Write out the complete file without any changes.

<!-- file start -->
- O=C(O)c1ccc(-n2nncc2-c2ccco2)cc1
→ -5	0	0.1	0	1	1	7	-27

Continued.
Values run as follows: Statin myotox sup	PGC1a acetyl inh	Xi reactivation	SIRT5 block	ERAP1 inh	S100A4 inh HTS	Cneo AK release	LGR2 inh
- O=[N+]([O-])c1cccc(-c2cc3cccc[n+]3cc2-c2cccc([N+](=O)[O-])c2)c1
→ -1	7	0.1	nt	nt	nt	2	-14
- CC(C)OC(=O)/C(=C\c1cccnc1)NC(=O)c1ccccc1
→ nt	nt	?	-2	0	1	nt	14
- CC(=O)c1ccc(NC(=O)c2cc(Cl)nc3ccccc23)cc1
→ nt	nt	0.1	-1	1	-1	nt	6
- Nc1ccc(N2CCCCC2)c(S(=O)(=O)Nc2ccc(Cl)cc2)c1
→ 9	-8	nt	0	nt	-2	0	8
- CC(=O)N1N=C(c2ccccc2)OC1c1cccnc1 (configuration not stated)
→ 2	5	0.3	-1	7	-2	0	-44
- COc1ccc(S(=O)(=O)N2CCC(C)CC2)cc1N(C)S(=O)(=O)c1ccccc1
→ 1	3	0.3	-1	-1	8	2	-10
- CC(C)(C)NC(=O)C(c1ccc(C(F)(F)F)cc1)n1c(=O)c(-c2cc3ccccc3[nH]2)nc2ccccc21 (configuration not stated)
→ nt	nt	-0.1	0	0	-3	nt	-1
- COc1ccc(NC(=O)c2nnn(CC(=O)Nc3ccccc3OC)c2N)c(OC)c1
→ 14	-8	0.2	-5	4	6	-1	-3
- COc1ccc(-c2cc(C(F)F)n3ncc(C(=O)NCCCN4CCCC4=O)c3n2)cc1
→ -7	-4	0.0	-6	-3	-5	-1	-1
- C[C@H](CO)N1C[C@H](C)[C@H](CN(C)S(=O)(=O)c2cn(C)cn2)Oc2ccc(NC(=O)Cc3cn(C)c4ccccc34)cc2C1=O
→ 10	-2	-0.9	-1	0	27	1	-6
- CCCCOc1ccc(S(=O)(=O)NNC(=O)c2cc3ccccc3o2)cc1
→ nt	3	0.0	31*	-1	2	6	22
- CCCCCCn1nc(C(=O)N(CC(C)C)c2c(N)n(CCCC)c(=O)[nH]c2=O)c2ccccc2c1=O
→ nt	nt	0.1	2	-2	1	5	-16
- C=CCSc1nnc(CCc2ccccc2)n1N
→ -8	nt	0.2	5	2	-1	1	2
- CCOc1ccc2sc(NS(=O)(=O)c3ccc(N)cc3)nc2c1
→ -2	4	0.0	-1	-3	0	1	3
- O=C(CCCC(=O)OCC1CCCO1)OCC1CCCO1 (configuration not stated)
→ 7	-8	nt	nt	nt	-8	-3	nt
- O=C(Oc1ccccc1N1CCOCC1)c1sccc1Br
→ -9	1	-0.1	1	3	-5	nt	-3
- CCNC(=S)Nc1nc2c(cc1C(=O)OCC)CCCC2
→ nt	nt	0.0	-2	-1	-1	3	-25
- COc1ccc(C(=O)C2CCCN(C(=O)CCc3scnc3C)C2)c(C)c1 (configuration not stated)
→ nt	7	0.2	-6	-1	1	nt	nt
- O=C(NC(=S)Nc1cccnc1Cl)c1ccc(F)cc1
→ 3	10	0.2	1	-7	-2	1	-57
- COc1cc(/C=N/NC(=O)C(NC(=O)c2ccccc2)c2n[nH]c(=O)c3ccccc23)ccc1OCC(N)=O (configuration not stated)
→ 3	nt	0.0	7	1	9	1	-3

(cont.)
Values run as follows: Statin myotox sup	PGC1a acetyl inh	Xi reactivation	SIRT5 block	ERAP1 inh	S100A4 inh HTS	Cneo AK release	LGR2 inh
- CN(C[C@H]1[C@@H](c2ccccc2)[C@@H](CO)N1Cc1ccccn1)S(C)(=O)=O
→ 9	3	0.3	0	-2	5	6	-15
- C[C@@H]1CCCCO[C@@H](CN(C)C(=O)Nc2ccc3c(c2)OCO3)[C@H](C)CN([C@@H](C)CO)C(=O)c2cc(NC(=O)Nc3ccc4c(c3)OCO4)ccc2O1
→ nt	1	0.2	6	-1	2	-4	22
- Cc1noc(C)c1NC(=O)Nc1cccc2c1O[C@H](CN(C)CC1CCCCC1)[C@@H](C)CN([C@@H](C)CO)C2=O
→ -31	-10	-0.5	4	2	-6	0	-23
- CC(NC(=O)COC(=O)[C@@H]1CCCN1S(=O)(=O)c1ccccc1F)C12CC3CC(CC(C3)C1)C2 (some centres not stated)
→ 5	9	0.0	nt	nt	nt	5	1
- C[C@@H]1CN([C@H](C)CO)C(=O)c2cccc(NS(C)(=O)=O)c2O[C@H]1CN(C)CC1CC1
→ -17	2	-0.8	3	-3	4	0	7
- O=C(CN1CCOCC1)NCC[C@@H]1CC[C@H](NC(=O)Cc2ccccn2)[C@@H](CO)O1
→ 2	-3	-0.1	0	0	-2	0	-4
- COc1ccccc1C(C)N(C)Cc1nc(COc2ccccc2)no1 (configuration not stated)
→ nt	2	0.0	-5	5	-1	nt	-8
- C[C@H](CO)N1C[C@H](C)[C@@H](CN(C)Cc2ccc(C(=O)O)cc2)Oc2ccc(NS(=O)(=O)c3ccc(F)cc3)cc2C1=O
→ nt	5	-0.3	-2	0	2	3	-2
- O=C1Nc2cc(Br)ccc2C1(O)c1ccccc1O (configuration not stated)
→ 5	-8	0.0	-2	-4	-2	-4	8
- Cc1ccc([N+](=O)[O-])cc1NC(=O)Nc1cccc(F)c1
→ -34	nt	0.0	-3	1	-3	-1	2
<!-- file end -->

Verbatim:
- O=C(O)c1ccc(-n2nncc2-c2ccco2)cc1
→ -5	0	0.1	0	1	1	7	-27

Continued.
Values run as follows: Statin myotox sup	PGC1a acetyl inh	Xi reactivation	SIRT5 block	ERAP1 inh	S100A4 inh HTS	Cneo AK release	LGR2 inh
- O=[N+]([O-])c1cccc(-c2cc3cccc[n+]3cc2-c2cccc([N+](=O)[O-])c2)c1
→ -1	7	0.1	nt	nt	nt	2	-14
- CC(C)OC(=O)/C(=C\c1cccnc1)NC(=O)c1ccccc1
→ nt	nt	?	-2	0	1	nt	14
- CC(=O)c1ccc(NC(=O)c2cc(Cl)nc3ccccc23)cc1
→ nt	nt	0.1	-1	1	-1	nt	6
- Nc1ccc(N2CCCCC2)c(S(=O)(=O)Nc2ccc(Cl)cc2)c1
→ 9	-8	nt	0	nt	-2	0	8
- CC(=O)N1N=C(c2ccccc2)OC1c1cccnc1 (configuration not stated)
→ 2	5	0.3	-1	7	-2	0	-44
- COc1ccc(S(=O)(=O)N2CCC(C)CC2)cc1N(C)S(=O)(=O)c1ccccc1
→ 1	3	0.3	-1	-1	8	2	-10
- CC(C)(C)NC(=O)C(c1ccc(C(F)(F)F)cc1)n1c(=O)c(-c2cc3ccccc3[nH]2)nc2ccccc21 (configuration not stated)
→ nt	nt	-0.1	0	0	-3	nt	-1
- COc1ccc(NC(=O)c2nnn(CC(=O)Nc3ccccc3OC)c2N)c(OC)c1
→ 14	-8	0.2	-5	4	6	-1	-3
- COc1ccc(-c2cc(C(F)F)n3ncc(C(=O)NCCCN4CCCC4=O)c3n2)cc1
→ -7	-4	0.0	-6	-3	-5	-1	-1
- C[C@H](CO)N1C[C@H](C)[C@H](CN(C)S(=O)(=O)c2cn(C)cn2)Oc2ccc(NC(=O)Cc3cn(C)c4ccccc34)cc2C1=O
→ 10	-2	-0.9	-1	0	27	1	-6
- CCCCOc1ccc(S(=O)(=O)NNC(=O)c2cc3ccccc3o2)cc1
→ nt	3	0.0	31*	-1	2	6	22
- CCCCCCn1nc(C(=O)N(CC(C)C)c2c(N)n(CCCC)c(=O)[nH]c2=O)c2ccccc2c1=O
→ nt	nt	0.1	2	-2	1	5	-16
- C=CCSc1nnc(CCc2ccccc2)n1N
→ -8	nt	0.2	5	2	-1	1	2
- CCOc1ccc2sc(NS(=O)(=O)c3ccc(N)cc3)nc2c1
→ -2	4	0.0	-1	-3	0	1	3
- O=C(CCCC(=O)OCC1CCCO1)OCC1CCCO1 (configuration not stated)
→ 7	-8	nt	nt	nt	-8	-3	nt
- O=C(Oc1ccccc1N1CCOCC1)c1sccc1Br
→ -9	1	-0.1	1	3	-5	nt	-3
- CCNC(=S)Nc1nc2c(cc1C(=O)OCC)CCCC2
→ nt	nt	0.0	-2	-1	-1	3	-25
- COc1ccc(C(=O)C2CCCN(C(=O)CCc3scnc3C)C2)c(C)c1 (configuration not stated)
→ nt	7	0.2	-6	-1	1	nt	nt
- O=C(NC(=S)Nc1cccnc1Cl)c1ccc(F)cc1
→ 3	10	0.2	1	-7	-2	1	-57
- COc1cc(/C=N/NC(=O)C(NC(=O)c2ccccc2)c2n[nH]c(=O)c3ccccc23)ccc1OCC(N)=O (configuration not stated)
→ 3	nt	0.0	7	1	9	1	-3

(cont.)
Values run as follows: Statin myotox sup	PGC1a acetyl inh	Xi reactivation	SIRT5 block	ERAP1 inh	S100A4 inh HTS	Cneo AK release	LGR2 inh
- CN(C[C@H]1[C@@H](c2ccccc2)[C@@H](CO)N1Cc1ccccn1)S(C)(=O)=O
→ 9	3	0.3	0	-2	5	6	-15
- C[C@@H]1CCCCO[C@@H](CN(C)C(=O)Nc2ccc3c(c2)OCO3)[C@H](C)CN([C@@H](C)CO)C(=O)c2cc(NC(=O)Nc3ccc4c(c3)OCO4)ccc2O1
→ nt	1	0.2	6	-1	2	-4	22
- Cc1noc(C)c1NC(=O)Nc1cccc2c1O[C@H](CN(C)CC1CCCCC1)[C@@H](C)CN([C@@H](C)CO)C2=O
→ -31	-10	-0.5	4	2	-6	0	-23
- CC(NC(=O)COC(=O)[C@@H]1CCCN1S(=O)(=O)c1ccccc1F)C12CC3CC(CC(C3)C1)C2 (some centres not stated)
→ 5	9	0.0	nt	nt	nt	5	1
- C[C@@H]1CN([C@H](C)CO)C(=O)c2cccc(NS(C)(=O)=O)c2O[C@H]1CN(C)CC1CC1
→ -17	2	-0.8	3	-3	4	0	7
- O=C(CN1CCOCC1)NCC[C@@H]1CC[C@H](NC(=O)Cc2ccccn2)[C@@H](CO)O1
→ 2	-3	-0.1	0	0	-2	0	-4
- COc1ccccc1C(C)N(C)Cc1nc(COc2ccccc2)no1 (configuration not stated)
→ nt	2	0.0	-5	5	-1	nt	-8
- C[C@H](CO)N1C[C@H](C)[C@@H](CN(C)Cc2ccc(C(=O)O)cc2)Oc2ccc(NS(=O)(=O)c3ccc(F)cc3)cc2C1=O
→ nt	5	-0.3	-2	0	2	3	-2
- O=C1Nc2cc(Br)ccc2C1(O)c1ccccc1O (configuration not stated)
→ 5	-8	0.0	-2	-4	-2	-4	8
- Cc1ccc([N+](=O)[O-])cc1NC(=O)Nc1cccc(F)c1
→ -34	nt	0.0	-3	1	-3	-1	2